Interview: Hinds

This article originally ran in The Herald Newspaper (Scotland) on February 19, 2016.

Don’t be misled by the cervine vibes of Madrid garage-pop rabble Hinds. Their name might conjure Frida Kahlo’s barbed self-portrait, The Wounded Deer, or Goldfrapp’s nascent obsession with antlers, but it was, they say, picked almost at random – a haphazard moniker for a band they thought would never play a gig, let alone make an album.

Yet their debut LP, Leave Me Alone, came out last month to widespread fawning, thanks to their harmonic take on kamikaze rock ‘n’ roll.

We speak while Hinds are on the road – they’ve veered across Europe, the US and beyond almost constantly over the past two years, and won fans from Los Angeles to Glasgow, where they’ll return this weekend for their second sold-out show in the city. Despite their musical travels in place, and in time (they variously invoke The Velvet Underground, Thee Headcoatees, Thee Oh Sees and The Shangri-Las), Hinds are very much a product of the (counter) culture and geography of Madrid.

“I think Madrid is more poor in a way, than Barcelona, the youth and stuff, and I guess that makes us more brash, and DIY, and lo-fi, and punk,” says vocalist / guitarist Ana Garcia Perrote. “I think also the fact that Barcelona is closer to the rest of Europe, geographically, means a lot of big bands go there if they’re playing in Spain – they don’t come to Madrid because it’s so far.” So they do their own thing there. “We grew up surrounded by people who were musicians, or who did pictures. We were like a big band, like 100 people, doing music, doing art.”

Hinds formed in 2011, and then again in 2013: a band so good they made it twice. Perrote and co-vocalist / guitarist Carlotta Cosials started as a two-piece called Deers in 2011, “just for fun”, and played some covers, played some shows, then called it a day. “We stopped because we stopped having fun,” recalls Perrote. “We did this one horrible gig and we were so embarrassed that we just stopped playing. But we kept being friends. It wasn’t such a big deal that the band didn’t work, it was more like – okay, let’s just be friends for a while. And that worked.”

But rock ‘n’ roll intervened in 2013, as rock ‘n’ roll does. “Two years later, we came back from a festival and we were feeling melancholic – you know that way when you come back from a great trip and you’re sad because it’s over? So we started watching old YouTube videos of us from when we played together, and we were like, maybe we should play again,” Perrote recalls. “And when we did, the magic happened again – because we always felt, since the very beginning, that we did something special, even when it was covers. All the things that people seem to really appreciate about our band – the rhythms and tempo changes and singing together, and doing that thing like, ‘Now you sing and I’ll respond’, we always had that. But this time, when we got together, we wrote our own songs.”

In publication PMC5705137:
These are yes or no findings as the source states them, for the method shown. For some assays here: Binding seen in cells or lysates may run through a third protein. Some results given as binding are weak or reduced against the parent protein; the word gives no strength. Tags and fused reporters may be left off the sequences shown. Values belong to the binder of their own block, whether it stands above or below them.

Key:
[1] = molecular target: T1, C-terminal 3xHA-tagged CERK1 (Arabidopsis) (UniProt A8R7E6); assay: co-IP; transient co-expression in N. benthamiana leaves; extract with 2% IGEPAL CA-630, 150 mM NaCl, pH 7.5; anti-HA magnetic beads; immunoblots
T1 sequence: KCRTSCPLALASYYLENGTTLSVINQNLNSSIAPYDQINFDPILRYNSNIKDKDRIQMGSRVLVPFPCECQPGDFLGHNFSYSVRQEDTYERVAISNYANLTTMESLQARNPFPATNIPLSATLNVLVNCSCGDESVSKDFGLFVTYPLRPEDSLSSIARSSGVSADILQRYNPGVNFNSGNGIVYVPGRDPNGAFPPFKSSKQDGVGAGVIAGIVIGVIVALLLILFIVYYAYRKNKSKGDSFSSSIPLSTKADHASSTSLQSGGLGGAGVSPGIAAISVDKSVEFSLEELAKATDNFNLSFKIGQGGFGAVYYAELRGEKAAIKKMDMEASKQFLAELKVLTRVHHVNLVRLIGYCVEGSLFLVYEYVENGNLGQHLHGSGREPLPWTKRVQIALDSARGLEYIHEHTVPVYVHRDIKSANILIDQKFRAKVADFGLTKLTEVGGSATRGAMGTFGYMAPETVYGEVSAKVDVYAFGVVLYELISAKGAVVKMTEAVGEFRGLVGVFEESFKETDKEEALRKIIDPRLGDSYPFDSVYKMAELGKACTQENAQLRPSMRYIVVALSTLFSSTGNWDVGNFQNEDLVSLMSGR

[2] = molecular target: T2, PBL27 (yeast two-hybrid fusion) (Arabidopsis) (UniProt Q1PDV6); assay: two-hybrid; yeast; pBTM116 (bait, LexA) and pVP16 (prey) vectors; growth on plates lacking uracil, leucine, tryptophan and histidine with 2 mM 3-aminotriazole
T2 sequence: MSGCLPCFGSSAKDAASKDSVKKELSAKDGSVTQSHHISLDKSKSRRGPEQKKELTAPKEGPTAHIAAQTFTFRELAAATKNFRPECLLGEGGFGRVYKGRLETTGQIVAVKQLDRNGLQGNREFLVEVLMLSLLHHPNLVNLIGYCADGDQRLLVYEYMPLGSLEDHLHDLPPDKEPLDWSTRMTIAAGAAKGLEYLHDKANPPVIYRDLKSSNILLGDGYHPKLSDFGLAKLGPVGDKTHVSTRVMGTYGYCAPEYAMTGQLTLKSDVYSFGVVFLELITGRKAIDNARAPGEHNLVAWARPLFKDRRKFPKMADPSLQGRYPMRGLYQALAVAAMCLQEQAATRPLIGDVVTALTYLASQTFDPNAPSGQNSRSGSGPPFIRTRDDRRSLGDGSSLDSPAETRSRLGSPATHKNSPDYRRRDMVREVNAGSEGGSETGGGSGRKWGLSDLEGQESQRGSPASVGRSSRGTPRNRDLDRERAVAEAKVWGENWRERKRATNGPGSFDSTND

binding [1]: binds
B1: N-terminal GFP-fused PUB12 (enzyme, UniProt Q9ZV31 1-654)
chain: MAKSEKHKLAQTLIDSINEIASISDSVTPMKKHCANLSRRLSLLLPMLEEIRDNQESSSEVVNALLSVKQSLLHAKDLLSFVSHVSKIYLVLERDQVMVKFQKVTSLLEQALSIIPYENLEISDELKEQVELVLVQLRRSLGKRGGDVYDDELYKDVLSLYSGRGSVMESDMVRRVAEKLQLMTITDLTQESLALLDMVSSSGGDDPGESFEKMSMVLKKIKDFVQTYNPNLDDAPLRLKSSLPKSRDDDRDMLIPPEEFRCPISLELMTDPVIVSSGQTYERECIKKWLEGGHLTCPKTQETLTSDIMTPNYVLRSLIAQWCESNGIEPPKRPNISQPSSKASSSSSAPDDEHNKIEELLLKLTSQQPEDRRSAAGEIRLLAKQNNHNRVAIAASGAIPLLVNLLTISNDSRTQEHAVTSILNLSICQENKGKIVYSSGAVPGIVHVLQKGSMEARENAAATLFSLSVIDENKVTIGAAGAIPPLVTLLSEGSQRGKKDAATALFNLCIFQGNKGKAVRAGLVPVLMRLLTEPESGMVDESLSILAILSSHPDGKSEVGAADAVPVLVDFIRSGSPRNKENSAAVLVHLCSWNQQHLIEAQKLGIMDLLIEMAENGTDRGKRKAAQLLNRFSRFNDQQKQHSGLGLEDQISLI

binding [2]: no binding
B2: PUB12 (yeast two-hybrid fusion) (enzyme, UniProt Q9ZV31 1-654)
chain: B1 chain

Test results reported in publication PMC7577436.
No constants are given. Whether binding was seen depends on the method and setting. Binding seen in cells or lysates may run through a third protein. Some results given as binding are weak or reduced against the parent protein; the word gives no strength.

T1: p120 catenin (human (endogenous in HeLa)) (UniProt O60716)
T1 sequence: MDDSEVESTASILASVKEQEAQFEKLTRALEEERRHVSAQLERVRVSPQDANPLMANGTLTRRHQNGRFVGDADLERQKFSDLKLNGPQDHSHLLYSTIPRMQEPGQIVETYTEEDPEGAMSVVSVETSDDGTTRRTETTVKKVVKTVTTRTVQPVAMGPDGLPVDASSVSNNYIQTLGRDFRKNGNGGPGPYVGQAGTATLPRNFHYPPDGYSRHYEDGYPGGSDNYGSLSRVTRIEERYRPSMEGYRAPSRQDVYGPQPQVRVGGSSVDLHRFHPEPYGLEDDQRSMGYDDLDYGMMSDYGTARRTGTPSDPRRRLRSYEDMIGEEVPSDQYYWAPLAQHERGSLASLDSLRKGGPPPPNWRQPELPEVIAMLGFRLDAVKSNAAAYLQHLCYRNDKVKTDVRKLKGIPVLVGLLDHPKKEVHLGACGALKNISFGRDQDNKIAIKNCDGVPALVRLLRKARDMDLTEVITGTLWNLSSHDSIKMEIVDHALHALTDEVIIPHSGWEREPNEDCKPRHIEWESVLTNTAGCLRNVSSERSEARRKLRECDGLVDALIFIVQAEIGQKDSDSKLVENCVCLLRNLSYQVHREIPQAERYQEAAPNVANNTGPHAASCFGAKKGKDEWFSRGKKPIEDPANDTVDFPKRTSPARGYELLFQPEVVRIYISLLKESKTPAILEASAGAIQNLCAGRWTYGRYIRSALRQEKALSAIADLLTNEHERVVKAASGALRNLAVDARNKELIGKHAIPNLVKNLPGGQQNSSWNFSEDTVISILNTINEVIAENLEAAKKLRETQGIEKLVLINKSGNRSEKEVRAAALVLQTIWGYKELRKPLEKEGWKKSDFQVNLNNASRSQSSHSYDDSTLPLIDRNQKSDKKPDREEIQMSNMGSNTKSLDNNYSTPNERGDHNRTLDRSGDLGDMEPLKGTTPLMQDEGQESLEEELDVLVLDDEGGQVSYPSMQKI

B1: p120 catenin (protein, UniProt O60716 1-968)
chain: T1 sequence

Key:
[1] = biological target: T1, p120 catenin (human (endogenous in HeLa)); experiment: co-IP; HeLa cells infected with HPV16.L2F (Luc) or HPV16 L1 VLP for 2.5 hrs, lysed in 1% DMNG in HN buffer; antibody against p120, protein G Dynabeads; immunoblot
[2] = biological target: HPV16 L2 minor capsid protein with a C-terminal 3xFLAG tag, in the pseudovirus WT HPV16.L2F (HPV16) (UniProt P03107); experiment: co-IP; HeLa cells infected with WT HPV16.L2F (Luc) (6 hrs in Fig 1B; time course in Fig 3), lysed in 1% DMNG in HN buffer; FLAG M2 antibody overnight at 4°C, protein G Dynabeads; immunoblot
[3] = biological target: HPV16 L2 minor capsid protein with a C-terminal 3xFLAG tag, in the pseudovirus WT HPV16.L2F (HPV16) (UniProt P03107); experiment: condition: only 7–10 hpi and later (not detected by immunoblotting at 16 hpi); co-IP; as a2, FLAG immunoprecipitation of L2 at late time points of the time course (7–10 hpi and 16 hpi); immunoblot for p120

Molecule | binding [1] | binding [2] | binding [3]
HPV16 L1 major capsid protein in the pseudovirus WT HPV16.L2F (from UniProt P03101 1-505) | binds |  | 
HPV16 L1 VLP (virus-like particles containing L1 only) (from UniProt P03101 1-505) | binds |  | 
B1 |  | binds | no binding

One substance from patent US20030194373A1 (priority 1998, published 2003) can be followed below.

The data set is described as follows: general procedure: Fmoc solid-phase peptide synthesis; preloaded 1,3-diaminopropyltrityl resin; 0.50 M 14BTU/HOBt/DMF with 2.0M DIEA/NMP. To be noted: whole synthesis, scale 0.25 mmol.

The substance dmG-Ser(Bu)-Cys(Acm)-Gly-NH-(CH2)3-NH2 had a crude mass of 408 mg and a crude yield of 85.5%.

Those intervening couple of years are interesting – the time during which Perrote and Cosials were resolutely not a band seems to have been crucial in forging the camaraderie, and musical ideas, which provide the foundations for Hinds’ grrrl-gang charms. “Exactly,” nods Perotte. “When we first played together, we played all sorts of covers – The Velvet Underground, Bob Dylan, the xx – our taste in music was not defined at all. We were music lovers, but we didn’t really know what we liked. What we discovered in between the two beginnings of our band was all this new music that was young, alive, and about things we thought and felt. It helped us realise we didn’t have to write like Bob Dylan. Now we always try to do honest music, talk about what we feel, scream when we’re angry. And we love that.”

When the band was born for the second time, they were still a duo, still called Deers. Soon thereafter, they welcomed bassist Ade Martin and drummer Amber Grimbergen to their increasingly thrilling ranks. But as they made a name for themselves, they were forced to change their moniker, following a legal threat from an existing Montreal band with a similar name (Dears). “The name Deers had come to us in a stupid way, it was just for fun, it was totally random,” Perrote recalls. “But when we had to change it last year, we suddenly felt so naked. We felt like they were taking everything we had built with that name. So having a name that was similar – Hinds – explained that we were going to be the same.”

While Hinds’ name may have been half-accidental, their debut album title – Leave Me Alone – was anything but. “We take real care over all our songs, and we take a lot of time,” Perrote explains. “And although the title didn’t come with any [particular] song, it was about the whole project, because it’s so personal to us. This started with just Carlotta and I and two acoustic guitars, and then suddenly our team was growing, and everyone had an opinion – some in a good way, some in a bad way. And we understand that we have a label and stuff, and that we have to do things. But the music is ours. That’s just the four of us. Leave me alone for this. Don’t touch that.”

They’re untouchable, all right, these raucous leaders of the pack.

Hinds play Stereo, Glasgow on Sunday. Leave Me Alone is out now via Lucky Number / Mom and Pop

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